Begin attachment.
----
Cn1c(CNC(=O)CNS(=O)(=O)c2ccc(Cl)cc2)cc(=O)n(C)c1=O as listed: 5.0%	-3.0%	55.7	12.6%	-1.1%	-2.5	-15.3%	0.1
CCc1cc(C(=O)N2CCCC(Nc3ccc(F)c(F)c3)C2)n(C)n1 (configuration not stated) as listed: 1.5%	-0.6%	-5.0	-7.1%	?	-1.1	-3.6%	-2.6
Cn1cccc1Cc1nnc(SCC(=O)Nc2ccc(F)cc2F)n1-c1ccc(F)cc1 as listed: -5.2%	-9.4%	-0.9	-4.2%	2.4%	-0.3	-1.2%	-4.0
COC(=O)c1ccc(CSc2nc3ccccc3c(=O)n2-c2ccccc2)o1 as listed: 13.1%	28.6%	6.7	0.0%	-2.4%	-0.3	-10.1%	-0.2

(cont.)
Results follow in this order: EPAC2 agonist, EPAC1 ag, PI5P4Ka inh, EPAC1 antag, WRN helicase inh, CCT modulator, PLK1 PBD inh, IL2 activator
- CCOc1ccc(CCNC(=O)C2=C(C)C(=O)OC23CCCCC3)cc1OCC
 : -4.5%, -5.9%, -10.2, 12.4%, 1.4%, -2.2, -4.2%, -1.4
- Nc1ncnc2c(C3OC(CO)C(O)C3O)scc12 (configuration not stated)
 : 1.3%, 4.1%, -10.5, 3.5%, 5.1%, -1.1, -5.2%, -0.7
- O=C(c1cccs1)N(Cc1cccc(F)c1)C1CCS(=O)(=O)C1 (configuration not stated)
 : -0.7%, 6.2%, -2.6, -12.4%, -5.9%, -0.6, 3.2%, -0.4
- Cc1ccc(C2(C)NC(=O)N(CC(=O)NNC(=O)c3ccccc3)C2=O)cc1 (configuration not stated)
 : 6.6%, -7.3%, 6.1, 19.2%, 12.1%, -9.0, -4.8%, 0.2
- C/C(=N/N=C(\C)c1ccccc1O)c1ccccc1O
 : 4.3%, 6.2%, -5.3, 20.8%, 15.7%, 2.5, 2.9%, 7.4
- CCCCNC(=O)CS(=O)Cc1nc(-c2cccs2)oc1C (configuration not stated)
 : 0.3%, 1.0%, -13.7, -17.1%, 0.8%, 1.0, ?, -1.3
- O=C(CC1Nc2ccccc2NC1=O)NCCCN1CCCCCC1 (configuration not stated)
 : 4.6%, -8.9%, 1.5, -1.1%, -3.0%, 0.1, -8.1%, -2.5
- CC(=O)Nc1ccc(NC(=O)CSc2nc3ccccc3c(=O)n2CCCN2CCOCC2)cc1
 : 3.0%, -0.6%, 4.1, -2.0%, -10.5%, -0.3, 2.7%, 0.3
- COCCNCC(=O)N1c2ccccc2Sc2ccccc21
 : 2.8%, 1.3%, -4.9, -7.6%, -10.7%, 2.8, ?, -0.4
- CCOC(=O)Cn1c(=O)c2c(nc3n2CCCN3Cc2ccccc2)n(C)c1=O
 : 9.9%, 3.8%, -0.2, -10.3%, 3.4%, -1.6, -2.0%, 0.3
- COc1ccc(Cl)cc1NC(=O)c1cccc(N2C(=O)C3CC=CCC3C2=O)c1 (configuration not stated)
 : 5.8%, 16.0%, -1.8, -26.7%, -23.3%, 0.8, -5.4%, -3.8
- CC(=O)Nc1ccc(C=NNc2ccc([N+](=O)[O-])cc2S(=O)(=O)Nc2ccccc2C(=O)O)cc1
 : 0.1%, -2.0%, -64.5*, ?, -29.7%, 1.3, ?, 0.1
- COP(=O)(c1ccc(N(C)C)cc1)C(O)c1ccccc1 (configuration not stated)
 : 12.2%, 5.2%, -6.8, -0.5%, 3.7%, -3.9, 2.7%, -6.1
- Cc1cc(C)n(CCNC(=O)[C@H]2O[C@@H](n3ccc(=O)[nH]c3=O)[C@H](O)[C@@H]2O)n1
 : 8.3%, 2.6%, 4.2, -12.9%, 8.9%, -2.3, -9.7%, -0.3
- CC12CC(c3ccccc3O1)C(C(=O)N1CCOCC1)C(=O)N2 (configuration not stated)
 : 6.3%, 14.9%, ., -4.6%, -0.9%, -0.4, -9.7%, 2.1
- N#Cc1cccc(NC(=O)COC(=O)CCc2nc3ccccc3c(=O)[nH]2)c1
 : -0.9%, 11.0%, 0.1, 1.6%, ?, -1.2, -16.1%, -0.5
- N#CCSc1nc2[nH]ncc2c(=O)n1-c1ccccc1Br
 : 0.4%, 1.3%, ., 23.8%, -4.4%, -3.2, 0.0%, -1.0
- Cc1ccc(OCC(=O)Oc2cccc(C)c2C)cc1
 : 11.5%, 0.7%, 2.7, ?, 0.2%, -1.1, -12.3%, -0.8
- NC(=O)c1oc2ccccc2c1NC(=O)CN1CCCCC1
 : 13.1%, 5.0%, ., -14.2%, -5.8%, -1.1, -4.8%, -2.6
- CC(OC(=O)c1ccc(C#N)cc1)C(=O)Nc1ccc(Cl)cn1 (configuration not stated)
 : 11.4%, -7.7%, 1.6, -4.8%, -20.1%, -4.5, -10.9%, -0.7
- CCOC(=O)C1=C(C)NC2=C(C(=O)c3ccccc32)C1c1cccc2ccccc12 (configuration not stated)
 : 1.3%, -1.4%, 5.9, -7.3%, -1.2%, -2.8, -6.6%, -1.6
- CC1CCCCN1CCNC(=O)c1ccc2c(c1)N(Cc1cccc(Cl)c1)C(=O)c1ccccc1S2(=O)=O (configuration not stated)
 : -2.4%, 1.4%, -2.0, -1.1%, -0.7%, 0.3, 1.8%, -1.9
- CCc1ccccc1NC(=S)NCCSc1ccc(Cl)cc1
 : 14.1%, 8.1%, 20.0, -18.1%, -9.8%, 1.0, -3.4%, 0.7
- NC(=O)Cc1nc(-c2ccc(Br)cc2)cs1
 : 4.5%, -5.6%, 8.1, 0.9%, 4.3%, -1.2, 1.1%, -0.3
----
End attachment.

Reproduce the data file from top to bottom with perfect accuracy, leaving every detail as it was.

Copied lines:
Cn1c(CNC(=O)CNS(=O)(=O)c2ccc(Cl)cc2)cc(=O)n(C)c1=O as listed: 5.0%	-3.0%	55.7	12.6%	-1.1%	-2.5	-15.3%	0.1
CCc1cc(C(=O)N2CCCC(Nc3ccc(F)c(F)c3)C2)n(C)n1 (configuration not stated) as listed: 1.5%	-0.6%	-5.0	-7.1%	?	-1.1	-3.6%	-2.6
Cn1cccc1Cc1nnc(SCC(=O)Nc2ccc(F)cc2F)n1-c1ccc(F)cc1 as listed: -5.2%	-9.4%	-0.9	-4.2%	2.4%	-0.3	-1.2%	-4.0
COC(=O)c1ccc(CSc2nc3ccccc3c(=O)n2-c2ccccc2)o1 as listed: 13.1%	28.6%	6.7	0.0%	-2.4%	-0.3	-10.1%	-0.2

(cont.)
Results follow in this order: EPAC2 agonist, EPAC1 ag, PI5P4Ka inh, EPAC1 antag, WRN helicase inh, CCT modulator, PLK1 PBD inh, IL2 activator
- CCOc1ccc(CCNC(=O)C2=C(C)C(=O)OC23CCCCC3)cc1OCC
 : -4.5%, -5.9%, -10.2, 12.4%, 1.4%, -2.2, -4.2%, -1.4
- Nc1ncnc2c(C3OC(CO)C(O)C3O)scc12 (configuration not stated)
 : 1.3%, 4.1%, -10.5, 3.5%, 5.1%, -1.1, -5.2%, -0.7
- O=C(c1cccs1)N(Cc1cccc(F)c1)C1CCS(=O)(=O)C1 (configuration not stated)
 : -0.7%, 6.2%, -2.6, -12.4%, -5.9%, -0.6, 3.2%, -0.4
- Cc1ccc(C2(C)NC(=O)N(CC(=O)NNC(=O)c3ccccc3)C2=O)cc1 (configuration not stated)
 : 6.6%, -7.3%, 6.1, 19.2%, 12.1%, -9.0, -4.8%, 0.2
- C/C(=N/N=C(\C)c1ccccc1O)c1ccccc1O
 : 4.3%, 6.2%, -5.3, 20.8%, 15.7%, 2.5, 2.9%, 7.4
- CCCCNC(=O)CS(=O)Cc1nc(-c2cccs2)oc1C (configuration not stated)
 : 0.3%, 1.0%, -13.7, -17.1%, 0.8%, 1.0, ?, -1.3
- O=C(CC1Nc2ccccc2NC1=O)NCCCN1CCCCCC1 (configuration not stated)
 : 4.6%, -8.9%, 1.5, -1.1%, -3.0%, 0.1, -8.1%, -2.5
- CC(=O)Nc1ccc(NC(=O)CSc2nc3ccccc3c(=O)n2CCCN2CCOCC2)cc1
 : 3.0%, -0.6%, 4.1, -2.0%, -10.5%, -0.3, 2.7%, 0.3
- COCCNCC(=O)N1c2ccccc2Sc2ccccc21
 : 2.8%, 1.3%, -4.9, -7.6%, -10.7%, 2.8, ?, -0.4
- CCOC(=O)Cn1c(=O)c2c(nc3n2CCCN3Cc2ccccc2)n(C)c1=O
 : 9.9%, 3.8%, -0.2, -10.3%, 3.4%, -1.6, -2.0%, 0.3
- COc1ccc(Cl)cc1NC(=O)c1cccc(N2C(=O)C3CC=CCC3C2=O)c1 (configuration not stated)
 : 5.8%, 16.0%, -1.8, -26.7%, -23.3%, 0.8, -5.4%, -3.8
- CC(=O)Nc1ccc(C=NNc2ccc([N+](=O)[O-])cc2S(=O)(=O)Nc2ccccc2C(=O)O)cc1
 : 0.1%, -2.0%, -64.5*, ?, -29.7%, 1.3, ?, 0.1
- COP(=O)(c1ccc(N(C)C)cc1)C(O)c1ccccc1 (configuration not stated)
 : 12.2%, 5.2%, -6.8, -0.5%, 3.7%, -3.9, 2.7%, -6.1
- Cc1cc(C)n(CCNC(=O)[C@H]2O[C@@H](n3ccc(=O)[nH]c3=O)[C@H](O)[C@@H]2O)n1
 : 8.3%, 2.6%, 4.2, -12.9%, 8.9%, -2.3, -9.7%, -0.3
- CC12CC(c3ccccc3O1)C(C(=O)N1CCOCC1)C(=O)N2 (configuration not stated)
 : 6.3%, 14.9%, ., -4.6%, -0.9%, -0.4, -9.7%, 2.1
- N#Cc1cccc(NC(=O)COC(=O)CCc2nc3ccccc3c(=O)[nH]2)c1
 : -0.9%, 11.0%, 0.1, 1.6%, ?, -1.2, -16.1%, -0.5
- N#CCSc1nc2[nH]ncc2c(=O)n1-c1ccccc1Br
 : 0.4%, 1.3%, ., 23.8%, -4.4%, -3.2, 0.0%, -1.0
- Cc1ccc(OCC(=O)Oc2cccc(C)c2C)cc1
 : 11.5%, 0.7%, 2.7, ?, 0.2%, -1.1, -12.3%, -0.8
- NC(=O)c1oc2ccccc2c1NC(=O)CN1CCCCC1
 : 13.1%, 5.0%, ., -14.2%, -5.8%, -1.1, -4.8%, -2.6
- CC(OC(=O)c1ccc(C#N)cc1)C(=O)Nc1ccc(Cl)cn1 (configuration not stated)
 : 11.4%, -7.7%, 1.6, -4.8%, -20.1%, -4.5, -10.9%, -0.7
- CCOC(=O)C1=C(C)NC2=C(C(=O)c3ccccc32)C1c1cccc2ccccc12 (configuration not stated)
 : 1.3%, -1.4%, 5.9, -7.3%, -1.2%, -2.8, -6.6%, -1.6
- CC1CCCCN1CCNC(=O)c1ccc2c(c1)N(Cc1cccc(Cl)c1)C(=O)c1ccccc1S2(=O)=O (configuration not stated)
 : -2.4%, 1.4%, -2.0, -1.1%, -0.7%, 0.3, 1.8%, -1.9
- CCc1ccccc1NC(=S)NCCSc1ccc(Cl)cc1
 : 14.1%, 8.1%, 20.0, -18.1%, -9.8%, 1.0, -3.4%, 0.7
- NC(=O)Cc1nc(-c2ccc(Br)cc2)cs1
 : 4.5%, -5.6%, 8.1, 0.9%, 4.3%, -1.2, 1.1%, -0.3